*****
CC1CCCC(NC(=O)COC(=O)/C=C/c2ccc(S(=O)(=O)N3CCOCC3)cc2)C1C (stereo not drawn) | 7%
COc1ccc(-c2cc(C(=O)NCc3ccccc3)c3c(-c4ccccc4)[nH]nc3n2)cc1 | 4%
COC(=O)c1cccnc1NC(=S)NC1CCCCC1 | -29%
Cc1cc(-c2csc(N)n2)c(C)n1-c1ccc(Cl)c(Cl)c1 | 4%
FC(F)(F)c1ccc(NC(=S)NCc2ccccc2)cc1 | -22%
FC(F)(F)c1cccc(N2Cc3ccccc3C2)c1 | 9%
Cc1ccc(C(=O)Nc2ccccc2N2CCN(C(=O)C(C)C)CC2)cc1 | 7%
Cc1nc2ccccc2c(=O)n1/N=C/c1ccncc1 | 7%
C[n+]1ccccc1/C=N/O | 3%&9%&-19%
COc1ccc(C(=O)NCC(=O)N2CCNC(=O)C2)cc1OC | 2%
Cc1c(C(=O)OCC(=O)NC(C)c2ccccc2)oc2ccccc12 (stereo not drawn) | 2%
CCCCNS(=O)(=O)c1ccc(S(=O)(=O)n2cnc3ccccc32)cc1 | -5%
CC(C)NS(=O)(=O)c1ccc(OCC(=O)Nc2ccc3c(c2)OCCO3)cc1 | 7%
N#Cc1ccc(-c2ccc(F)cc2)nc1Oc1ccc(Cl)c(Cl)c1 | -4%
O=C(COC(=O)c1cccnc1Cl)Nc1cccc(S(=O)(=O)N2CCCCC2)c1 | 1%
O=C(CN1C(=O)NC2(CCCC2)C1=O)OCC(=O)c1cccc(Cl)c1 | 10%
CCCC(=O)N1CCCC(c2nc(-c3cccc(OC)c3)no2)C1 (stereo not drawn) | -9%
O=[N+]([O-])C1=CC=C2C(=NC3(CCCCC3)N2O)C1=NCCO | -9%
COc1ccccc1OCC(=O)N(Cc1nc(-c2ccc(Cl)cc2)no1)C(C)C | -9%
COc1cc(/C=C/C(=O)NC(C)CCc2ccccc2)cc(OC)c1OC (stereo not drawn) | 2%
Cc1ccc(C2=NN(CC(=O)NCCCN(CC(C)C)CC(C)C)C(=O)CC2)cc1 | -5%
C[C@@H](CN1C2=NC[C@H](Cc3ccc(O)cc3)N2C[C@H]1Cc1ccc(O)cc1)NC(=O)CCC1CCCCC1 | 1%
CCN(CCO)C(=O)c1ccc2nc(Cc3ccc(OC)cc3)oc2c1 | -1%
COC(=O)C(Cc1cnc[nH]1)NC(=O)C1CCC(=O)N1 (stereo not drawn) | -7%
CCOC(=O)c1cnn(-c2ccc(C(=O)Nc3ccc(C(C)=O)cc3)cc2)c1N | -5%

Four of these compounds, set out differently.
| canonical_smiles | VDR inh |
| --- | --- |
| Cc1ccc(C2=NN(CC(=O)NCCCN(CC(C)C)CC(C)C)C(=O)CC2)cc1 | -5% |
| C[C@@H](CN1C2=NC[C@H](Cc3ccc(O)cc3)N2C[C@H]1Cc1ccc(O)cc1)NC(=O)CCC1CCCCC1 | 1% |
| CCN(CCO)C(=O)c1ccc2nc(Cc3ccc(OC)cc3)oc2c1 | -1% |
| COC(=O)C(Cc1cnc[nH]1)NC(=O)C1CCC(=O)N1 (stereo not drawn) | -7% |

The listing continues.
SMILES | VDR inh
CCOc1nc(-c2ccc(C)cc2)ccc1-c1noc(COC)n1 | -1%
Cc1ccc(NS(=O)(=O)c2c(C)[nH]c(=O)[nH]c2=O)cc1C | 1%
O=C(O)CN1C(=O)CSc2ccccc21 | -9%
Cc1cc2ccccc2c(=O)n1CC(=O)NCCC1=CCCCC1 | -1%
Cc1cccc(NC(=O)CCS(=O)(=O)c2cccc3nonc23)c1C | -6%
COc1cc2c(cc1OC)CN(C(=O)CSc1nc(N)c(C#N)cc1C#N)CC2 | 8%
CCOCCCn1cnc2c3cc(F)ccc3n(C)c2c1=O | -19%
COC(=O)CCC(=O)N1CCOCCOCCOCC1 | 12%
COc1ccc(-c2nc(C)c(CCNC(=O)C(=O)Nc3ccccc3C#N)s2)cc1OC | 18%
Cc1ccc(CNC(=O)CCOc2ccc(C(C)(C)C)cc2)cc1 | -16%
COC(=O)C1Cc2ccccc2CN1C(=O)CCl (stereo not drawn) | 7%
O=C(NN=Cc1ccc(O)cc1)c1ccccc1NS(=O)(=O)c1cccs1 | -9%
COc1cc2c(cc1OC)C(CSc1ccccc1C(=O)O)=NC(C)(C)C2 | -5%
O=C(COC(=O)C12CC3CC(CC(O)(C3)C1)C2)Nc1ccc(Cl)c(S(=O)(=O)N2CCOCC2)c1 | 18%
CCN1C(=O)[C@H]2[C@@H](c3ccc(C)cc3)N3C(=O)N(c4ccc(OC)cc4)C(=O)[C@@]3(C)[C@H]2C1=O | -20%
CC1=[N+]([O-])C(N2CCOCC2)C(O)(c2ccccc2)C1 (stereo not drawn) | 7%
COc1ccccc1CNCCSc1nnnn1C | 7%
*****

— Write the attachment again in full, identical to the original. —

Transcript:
CC1CCCC(NC(=O)COC(=O)/C=C/c2ccc(S(=O)(=O)N3CCOCC3)cc2)C1C (stereo not drawn) | 7%
COc1ccc(-c2cc(C(=O)NCc3ccccc3)c3c(-c4ccccc4)[nH]nc3n2)cc1 | 4%
COC(=O)c1cccnc1NC(=S)NC1CCCCC1 | -29%
Cc1cc(-c2csc(N)n2)c(C)n1-c1ccc(Cl)c(Cl)c1 | 4%
FC(F)(F)c1ccc(NC(=S)NCc2ccccc2)cc1 | -22%
FC(F)(F)c1cccc(N2Cc3ccccc3C2)c1 | 9%
Cc1ccc(C(=O)Nc2ccccc2N2CCN(C(=O)C(C)C)CC2)cc1 | 7%
Cc1nc2ccccc2c(=O)n1/N=C/c1ccncc1 | 7%
C[n+]1ccccc1/C=N/O | 3%&9%&-19%
COc1ccc(C(=O)NCC(=O)N2CCNC(=O)C2)cc1OC | 2%
Cc1c(C(=O)OCC(=O)NC(C)c2ccccc2)oc2ccccc12 (stereo not drawn) | 2%
CCCCNS(=O)(=O)c1ccc(S(=O)(=O)n2cnc3ccccc32)cc1 | -5%
CC(C)NS(=O)(=O)c1ccc(OCC(=O)Nc2ccc3c(c2)OCCO3)cc1 | 7%
N#Cc1ccc(-c2ccc(F)cc2)nc1Oc1ccc(Cl)c(Cl)c1 | -4%
O=C(COC(=O)c1cccnc1Cl)Nc1cccc(S(=O)(=O)N2CCCCC2)c1 | 1%
O=C(CN1C(=O)NC2(CCCC2)C1=O)OCC(=O)c1cccc(Cl)c1 | 10%
CCCC(=O)N1CCCC(c2nc(-c3cccc(OC)c3)no2)C1 (stereo not drawn) | -9%
O=[N+]([O-])C1=CC=C2C(=NC3(CCCCC3)N2O)C1=NCCO | -9%
COc1ccccc1OCC(=O)N(Cc1nc(-c2ccc(Cl)cc2)no1)C(C)C | -9%
COc1cc(/C=C/C(=O)NC(C)CCc2ccccc2)cc(OC)c1OC (stereo not drawn) | 2%
Cc1ccc(C2=NN(CC(=O)NCCCN(CC(C)C)CC(C)C)C(=O)CC2)cc1 | -5%
C[C@@H](CN1C2=NC[C@H](Cc3ccc(O)cc3)N2C[C@H]1Cc1ccc(O)cc1)NC(=O)CCC1CCCCC1 | 1%
CCN(CCO)C(=O)c1ccc2nc(Cc3ccc(OC)cc3)oc2c1 | -1%
COC(=O)C(Cc1cnc[nH]1)NC(=O)C1CCC(=O)N1 (stereo not drawn) | -7%
CCOC(=O)c1cnn(-c2ccc(C(=O)Nc3ccc(C(C)=O)cc3)cc2)c1N | -5%

Four of these compounds, set out differently.
| canonical_smiles | VDR inh |
| --- | --- |
| Cc1ccc(C2=NN(CC(=O)NCCCN(CC(C)C)CC(C)C)C(=O)CC2)cc1 | -5% |
| C[C@@H](CN1C2=NC[C@H](Cc3ccc(O)cc3)N2C[C@H]1Cc1ccc(O)cc1)NC(=O)CCC1CCCCC1 | 1% |
| CCN(CCO)C(=O)c1ccc2nc(Cc3ccc(OC)cc3)oc2c1 | -1% |
| COC(=O)C(Cc1cnc[nH]1)NC(=O)C1CCC(=O)N1 (stereo not drawn) | -7% |

The listing continues.
SMILES | VDR inh
CCOc1nc(-c2ccc(C)cc2)ccc1-c1noc(COC)n1 | -1%
Cc1ccc(NS(=O)(=O)c2c(C)[nH]c(=O)[nH]c2=O)cc1C | 1%
O=C(O)CN1C(=O)CSc2ccccc21 | -9%
Cc1cc2ccccc2c(=O)n1CC(=O)NCCC1=CCCCC1 | -1%
Cc1cccc(NC(=O)CCS(=O)(=O)c2cccc3nonc23)c1C | -6%
COc1cc2c(cc1OC)CN(C(=O)CSc1nc(N)c(C#N)cc1C#N)CC2 | 8%
CCOCCCn1cnc2c3cc(F)ccc3n(C)c2c1=O | -19%
COC(=O)CCC(=O)N1CCOCCOCCOCC1 | 12%
COc1ccc(-c2nc(C)c(CCNC(=O)C(=O)Nc3ccccc3C#N)s2)cc1OC | 18%
Cc1ccc(CNC(=O)CCOc2ccc(C(C)(C)C)cc2)cc1 | -16%
COC(=O)C1Cc2ccccc2CN1C(=O)CCl (stereo not drawn) | 7%
O=C(NN=Cc1ccc(O)cc1)c1ccccc1NS(=O)(=O)c1cccs1 | -9%
COc1cc2c(cc1OC)C(CSc1ccccc1C(=O)O)=NC(C)(C)C2 | -5%
O=C(COC(=O)C12CC3CC(CC(O)(C3)C1)C2)Nc1ccc(Cl)c(S(=O)(=O)N2CCOCC2)c1 | 18%
CCN1C(=O)[C@H]2[C@@H](c3ccc(C)cc3)N3C(=O)N(c4ccc(OC)cc4)C(=O)[C@@]3(C)[C@H]2C1=O | -20%
CC1=[N+]([O-])C(N2CCOCC2)C(O)(c2ccccc2)C1 (stereo not drawn) | 7%
COc1ccccc1CNCCSc1nnnn1C | 7%